search
date/time
Yorkshire Times
Weekend Edition
frontpagebusinessartscarslifestylefamilytravelsportsscitechnaturefictionwhatson
2:47 PM 11th June 2022
cars

Top 10 Tips To Beat The Fuel Price Hikes


Photo by Erik Mclean on Unsplash
Photo by Erik Mclean on Unsplash
As households across the UK brace themselves for the impact of the cost-of-living crisis, CarStore’s Personal Advisors offer some tips to follow in order to improve fuel economy.

Mark Akbar, Managing Director at CarStore, said:
“As prices at the pump are increasing rapidly and the cost-of-living crisis escalates, it’s more important than ever that drivers make the most out of every drop of fuel, improving driving economy and saving themselves money in the process. At CarStore our Personal Advisors are committed to listening and putting our customers’ needs first and we want share any informed, impartial advice that we can to make our customers’ lives easier and more affordable.”

“There are many different techniques and habits you can incorporate into everyday driving that will have a positive impact on your vehicle's fuel economy. Try following even just a few of CarStore’s tips and tricks below and you may be pleasantly surprised just how much difference a change in driving style and habits can make to the miles per gallon you’ll achieve.”


Check your tyres & Tyre Pressures

One of the biggest factors in terms of fuel economy is the performance of your tyres - they are, after all, the only thing that connects your vehicle to the road. Having your vehicle's tyres inflated to the correct pressures has a significant impact on your vehicle's fuel economy. Under-inflated tyres can have a detrimental effect on your mpg by as much as -2.5%.

Always anticipate

Simply anticipating what is likely to happen in front of you when driving will greatly improve your efficiency as well as reduce wear and tear on your car's brakes.While maintaining your focus on the vehicle directly in front of you, take the time to look further ahead to see what's going on. If there's a red light, try to lift off the acceleratora little earlier than you might normally, without taking it to extremes of course. If the lights change, you'll still be rolling and you'll spend less time getting up to speed, using less fuel in the process. Simply put, the less time you spend with your foot on the accelerator, the less fuel you will use.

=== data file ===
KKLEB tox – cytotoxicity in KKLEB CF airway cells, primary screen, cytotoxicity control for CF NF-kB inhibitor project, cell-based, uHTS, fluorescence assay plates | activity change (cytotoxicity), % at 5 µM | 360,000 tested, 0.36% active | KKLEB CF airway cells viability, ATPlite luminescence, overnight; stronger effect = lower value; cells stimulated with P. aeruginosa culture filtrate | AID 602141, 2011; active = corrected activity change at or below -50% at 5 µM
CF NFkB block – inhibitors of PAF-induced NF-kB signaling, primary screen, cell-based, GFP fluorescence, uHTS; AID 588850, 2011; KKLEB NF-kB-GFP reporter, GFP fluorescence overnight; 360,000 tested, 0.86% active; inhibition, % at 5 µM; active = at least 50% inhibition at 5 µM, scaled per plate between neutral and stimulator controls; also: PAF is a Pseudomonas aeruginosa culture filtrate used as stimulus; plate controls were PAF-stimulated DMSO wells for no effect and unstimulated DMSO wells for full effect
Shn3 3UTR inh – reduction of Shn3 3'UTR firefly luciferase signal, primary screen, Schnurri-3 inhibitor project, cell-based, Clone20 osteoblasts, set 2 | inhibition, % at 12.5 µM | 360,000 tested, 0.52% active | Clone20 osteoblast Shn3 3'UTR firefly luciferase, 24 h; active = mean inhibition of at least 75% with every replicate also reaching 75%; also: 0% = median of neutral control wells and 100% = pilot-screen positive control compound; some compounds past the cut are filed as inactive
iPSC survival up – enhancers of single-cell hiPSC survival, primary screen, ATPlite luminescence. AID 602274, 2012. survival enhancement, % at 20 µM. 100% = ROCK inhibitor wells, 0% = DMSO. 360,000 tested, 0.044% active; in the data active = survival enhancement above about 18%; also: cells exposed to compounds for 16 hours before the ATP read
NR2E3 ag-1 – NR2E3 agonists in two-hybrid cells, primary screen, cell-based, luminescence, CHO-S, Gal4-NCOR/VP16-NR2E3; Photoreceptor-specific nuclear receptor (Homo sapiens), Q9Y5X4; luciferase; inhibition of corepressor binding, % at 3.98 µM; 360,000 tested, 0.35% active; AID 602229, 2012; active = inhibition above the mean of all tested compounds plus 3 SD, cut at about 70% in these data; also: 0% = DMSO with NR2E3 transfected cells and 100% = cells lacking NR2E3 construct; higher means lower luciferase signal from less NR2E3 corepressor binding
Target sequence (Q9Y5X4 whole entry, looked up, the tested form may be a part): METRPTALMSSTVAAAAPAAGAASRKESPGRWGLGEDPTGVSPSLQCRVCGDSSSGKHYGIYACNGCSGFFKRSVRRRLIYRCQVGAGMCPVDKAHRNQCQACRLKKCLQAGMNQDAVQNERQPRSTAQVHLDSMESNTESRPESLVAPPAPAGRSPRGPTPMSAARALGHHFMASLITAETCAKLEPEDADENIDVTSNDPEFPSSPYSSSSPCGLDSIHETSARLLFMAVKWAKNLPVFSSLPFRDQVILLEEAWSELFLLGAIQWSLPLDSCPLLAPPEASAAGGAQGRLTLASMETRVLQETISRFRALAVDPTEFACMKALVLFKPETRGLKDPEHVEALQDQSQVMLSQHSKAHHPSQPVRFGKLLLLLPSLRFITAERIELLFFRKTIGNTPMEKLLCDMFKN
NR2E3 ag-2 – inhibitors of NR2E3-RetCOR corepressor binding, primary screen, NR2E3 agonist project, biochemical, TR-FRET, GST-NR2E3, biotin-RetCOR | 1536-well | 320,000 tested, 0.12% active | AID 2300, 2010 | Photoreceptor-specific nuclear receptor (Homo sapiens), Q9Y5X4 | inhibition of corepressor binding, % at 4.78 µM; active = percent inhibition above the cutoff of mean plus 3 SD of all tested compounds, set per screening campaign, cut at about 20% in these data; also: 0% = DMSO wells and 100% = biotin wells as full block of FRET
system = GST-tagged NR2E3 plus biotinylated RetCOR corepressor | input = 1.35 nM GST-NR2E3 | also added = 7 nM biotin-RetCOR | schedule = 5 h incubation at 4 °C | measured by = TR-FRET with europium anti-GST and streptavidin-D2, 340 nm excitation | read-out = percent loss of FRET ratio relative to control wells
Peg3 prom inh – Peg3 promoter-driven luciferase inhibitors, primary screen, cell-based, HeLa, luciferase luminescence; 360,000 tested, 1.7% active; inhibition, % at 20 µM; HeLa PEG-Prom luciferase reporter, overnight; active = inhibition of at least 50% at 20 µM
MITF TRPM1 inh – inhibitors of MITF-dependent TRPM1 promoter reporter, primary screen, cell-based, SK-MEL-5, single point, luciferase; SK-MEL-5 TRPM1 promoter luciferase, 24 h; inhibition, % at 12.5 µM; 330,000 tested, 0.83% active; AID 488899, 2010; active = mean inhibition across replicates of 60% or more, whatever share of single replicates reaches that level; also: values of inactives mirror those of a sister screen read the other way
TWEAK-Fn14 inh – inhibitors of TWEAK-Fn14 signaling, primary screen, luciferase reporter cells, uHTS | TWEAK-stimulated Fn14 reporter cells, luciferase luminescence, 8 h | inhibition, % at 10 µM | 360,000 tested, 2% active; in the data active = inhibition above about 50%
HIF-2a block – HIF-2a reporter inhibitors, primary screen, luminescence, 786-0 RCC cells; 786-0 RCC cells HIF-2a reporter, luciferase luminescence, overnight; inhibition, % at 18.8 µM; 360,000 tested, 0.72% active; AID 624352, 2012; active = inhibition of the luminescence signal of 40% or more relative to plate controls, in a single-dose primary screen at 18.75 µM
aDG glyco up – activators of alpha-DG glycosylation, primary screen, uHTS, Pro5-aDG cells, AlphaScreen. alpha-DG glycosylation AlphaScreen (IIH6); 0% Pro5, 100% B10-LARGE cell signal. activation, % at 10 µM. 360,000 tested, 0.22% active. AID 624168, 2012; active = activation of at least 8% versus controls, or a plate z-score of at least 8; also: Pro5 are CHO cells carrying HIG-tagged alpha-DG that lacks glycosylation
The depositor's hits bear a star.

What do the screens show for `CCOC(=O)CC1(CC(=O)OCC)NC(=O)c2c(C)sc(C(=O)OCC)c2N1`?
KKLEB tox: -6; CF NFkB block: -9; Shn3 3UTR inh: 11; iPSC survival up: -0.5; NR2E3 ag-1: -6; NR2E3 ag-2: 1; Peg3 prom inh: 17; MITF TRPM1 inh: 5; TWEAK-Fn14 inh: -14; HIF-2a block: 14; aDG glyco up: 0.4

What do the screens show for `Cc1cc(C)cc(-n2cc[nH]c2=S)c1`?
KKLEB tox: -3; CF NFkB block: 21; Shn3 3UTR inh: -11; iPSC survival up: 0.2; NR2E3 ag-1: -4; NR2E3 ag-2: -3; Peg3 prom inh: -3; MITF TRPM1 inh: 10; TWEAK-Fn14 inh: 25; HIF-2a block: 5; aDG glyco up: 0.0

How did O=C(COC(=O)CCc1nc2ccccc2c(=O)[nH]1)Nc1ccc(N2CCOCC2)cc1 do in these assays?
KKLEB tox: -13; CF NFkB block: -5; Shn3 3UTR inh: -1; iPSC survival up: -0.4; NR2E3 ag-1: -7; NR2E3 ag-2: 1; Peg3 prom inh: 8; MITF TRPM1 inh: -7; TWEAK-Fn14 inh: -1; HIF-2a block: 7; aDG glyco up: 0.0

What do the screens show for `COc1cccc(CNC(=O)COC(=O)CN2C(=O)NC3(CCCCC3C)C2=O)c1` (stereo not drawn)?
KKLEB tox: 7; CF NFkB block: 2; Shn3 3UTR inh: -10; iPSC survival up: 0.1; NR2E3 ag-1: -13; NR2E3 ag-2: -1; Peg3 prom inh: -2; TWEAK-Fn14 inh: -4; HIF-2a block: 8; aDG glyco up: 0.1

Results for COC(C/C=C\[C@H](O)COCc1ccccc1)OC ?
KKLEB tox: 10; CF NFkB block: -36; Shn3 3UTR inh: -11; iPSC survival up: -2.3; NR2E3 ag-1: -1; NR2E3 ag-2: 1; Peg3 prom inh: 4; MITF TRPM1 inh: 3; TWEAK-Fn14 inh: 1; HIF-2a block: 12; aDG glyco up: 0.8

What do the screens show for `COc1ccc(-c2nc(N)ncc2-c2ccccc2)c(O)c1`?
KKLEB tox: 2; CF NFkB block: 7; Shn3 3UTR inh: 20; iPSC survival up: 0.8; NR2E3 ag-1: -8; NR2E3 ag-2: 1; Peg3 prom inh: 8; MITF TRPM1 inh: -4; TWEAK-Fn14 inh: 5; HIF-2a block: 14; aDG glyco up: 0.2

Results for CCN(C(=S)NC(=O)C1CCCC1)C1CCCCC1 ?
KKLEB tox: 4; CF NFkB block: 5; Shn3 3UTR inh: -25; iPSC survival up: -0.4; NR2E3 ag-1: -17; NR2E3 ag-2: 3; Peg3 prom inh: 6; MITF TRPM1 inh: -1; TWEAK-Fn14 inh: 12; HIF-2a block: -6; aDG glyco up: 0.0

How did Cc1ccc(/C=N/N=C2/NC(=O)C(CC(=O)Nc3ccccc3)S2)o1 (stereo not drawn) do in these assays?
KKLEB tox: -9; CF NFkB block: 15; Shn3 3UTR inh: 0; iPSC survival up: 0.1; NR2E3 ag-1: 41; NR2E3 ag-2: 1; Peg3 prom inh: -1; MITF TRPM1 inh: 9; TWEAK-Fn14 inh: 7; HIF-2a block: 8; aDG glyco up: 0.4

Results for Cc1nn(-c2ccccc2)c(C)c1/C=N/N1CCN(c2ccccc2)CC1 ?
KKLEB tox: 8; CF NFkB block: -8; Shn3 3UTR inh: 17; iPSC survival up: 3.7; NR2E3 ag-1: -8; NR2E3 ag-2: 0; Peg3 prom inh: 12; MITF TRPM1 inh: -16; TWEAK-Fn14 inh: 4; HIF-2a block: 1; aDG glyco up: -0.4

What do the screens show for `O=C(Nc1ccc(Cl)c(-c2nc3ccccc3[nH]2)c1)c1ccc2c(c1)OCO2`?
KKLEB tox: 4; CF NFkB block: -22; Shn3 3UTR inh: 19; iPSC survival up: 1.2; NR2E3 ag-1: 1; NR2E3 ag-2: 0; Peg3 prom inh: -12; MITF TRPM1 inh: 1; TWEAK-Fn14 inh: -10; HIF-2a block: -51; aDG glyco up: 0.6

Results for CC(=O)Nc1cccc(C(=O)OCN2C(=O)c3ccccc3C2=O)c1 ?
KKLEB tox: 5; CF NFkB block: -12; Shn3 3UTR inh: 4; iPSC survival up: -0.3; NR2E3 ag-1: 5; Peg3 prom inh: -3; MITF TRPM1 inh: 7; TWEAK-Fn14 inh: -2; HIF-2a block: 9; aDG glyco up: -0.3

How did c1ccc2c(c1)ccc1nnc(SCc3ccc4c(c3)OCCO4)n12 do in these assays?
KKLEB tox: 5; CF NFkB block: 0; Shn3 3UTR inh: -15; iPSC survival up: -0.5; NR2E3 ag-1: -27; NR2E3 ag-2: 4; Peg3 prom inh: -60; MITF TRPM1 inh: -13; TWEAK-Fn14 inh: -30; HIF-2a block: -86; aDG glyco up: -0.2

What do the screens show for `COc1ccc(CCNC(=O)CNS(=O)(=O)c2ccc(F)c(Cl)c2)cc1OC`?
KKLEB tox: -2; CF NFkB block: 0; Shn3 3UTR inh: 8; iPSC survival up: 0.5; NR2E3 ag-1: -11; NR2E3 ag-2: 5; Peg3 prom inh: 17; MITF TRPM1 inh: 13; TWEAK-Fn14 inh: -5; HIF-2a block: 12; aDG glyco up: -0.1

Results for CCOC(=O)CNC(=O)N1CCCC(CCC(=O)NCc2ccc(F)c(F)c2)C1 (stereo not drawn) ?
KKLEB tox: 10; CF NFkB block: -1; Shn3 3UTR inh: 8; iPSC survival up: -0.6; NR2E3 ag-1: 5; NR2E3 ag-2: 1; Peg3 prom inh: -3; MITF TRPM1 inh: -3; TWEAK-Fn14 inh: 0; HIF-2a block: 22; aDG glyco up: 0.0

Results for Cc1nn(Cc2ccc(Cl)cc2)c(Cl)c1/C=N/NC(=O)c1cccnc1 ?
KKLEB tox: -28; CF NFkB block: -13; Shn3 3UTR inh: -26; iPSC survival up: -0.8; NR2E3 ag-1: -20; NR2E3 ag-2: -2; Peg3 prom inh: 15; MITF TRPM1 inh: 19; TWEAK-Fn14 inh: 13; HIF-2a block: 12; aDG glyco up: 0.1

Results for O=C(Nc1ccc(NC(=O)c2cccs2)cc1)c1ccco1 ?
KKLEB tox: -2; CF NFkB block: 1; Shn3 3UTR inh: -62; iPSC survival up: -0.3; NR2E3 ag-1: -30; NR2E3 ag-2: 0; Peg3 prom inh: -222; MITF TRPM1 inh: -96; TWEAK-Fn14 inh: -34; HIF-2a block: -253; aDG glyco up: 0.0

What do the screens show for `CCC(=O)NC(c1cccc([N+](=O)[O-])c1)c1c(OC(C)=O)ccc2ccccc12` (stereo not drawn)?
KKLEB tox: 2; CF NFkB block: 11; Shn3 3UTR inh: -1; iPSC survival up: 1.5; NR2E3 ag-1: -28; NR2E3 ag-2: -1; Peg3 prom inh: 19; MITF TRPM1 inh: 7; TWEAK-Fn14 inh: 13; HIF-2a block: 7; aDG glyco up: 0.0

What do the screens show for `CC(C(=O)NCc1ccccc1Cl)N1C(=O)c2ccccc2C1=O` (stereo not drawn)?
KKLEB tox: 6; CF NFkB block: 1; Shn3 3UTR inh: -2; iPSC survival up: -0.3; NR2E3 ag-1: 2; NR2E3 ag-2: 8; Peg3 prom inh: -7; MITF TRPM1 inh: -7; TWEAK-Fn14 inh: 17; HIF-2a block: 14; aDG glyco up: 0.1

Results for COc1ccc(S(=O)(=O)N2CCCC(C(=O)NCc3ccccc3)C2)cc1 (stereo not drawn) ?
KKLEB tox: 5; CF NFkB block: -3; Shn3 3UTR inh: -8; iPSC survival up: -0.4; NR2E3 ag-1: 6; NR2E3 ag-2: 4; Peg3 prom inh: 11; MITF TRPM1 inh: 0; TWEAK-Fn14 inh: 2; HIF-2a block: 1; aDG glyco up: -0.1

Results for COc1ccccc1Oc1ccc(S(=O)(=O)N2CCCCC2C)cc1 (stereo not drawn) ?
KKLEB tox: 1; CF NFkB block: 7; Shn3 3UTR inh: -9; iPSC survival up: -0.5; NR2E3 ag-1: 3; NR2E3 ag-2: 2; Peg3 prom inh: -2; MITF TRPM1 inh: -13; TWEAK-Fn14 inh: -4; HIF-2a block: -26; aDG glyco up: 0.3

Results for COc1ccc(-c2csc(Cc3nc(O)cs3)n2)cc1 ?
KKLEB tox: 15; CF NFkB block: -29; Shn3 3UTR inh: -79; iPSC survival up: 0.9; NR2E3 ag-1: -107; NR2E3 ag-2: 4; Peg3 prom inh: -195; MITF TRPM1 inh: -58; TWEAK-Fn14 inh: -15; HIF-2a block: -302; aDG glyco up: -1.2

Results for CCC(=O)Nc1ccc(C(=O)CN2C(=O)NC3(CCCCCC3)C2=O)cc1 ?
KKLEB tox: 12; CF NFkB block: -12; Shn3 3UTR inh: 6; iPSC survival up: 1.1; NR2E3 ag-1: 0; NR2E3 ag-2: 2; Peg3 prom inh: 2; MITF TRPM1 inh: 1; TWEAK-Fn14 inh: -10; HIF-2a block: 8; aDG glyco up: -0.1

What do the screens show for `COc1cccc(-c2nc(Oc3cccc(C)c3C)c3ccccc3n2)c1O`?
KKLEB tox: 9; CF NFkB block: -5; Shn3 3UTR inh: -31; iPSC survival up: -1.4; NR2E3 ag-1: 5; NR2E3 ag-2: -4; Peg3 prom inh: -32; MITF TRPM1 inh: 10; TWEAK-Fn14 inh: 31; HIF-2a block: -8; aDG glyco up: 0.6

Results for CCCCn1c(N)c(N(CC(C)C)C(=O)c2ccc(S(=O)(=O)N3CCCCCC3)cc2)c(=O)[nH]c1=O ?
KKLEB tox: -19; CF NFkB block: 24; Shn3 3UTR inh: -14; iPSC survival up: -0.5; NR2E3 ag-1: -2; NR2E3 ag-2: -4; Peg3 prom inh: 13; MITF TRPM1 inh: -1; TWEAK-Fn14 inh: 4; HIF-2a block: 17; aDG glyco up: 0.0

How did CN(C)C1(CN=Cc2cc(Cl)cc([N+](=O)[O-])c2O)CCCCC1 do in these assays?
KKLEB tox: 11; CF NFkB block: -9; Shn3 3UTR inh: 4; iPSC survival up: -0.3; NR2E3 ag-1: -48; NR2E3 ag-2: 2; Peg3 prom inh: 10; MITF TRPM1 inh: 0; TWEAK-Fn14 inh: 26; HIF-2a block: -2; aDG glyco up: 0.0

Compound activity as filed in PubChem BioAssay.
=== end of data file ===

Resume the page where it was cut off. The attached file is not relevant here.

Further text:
Accelerate and Decelerate Smoothly

When the lights turn green, don't stamp on the accelerator and get up to speed as fast as physically possible. Accelerate briskly but smoothly, reaching the desired speed in a reasonable time frame so as not to frustrate your fellow road users behind you. Don't wait until the last minute to come to a standstill either, lift off the gas nice and early and brake gently until you come to a stop.

Remove Excess Weight

The heavier your car is, the more fuel it will use trying to get from A to B, so anything you can do to make it lighter will save you money. Roof boxes and bike racks are the main culprits, but simply having a good clear out of what's in the backseat and the boot can have a positive impact as well.

Check Your Speed & Use Cruise Control

Always being mindful of the speed you're travelling at is good, safe practice anyway, but it can help in terms of fuel economy too. Motorists should adhere to speed limits at all times so as they aren't breaking the law, but saving money is another solid reason to do so. For instance, travelling above the national speed limit at 80mph instead of 70mph will use an extra 10% of fuel, as well as cost you extra money in speeding fines too. Cruise control only helps the situation too. Slowing down and speeding up increases fuel usage in a big way, so letting the car maintain the exact cruising speed for you whenever possible is simply the most efficient way to get around.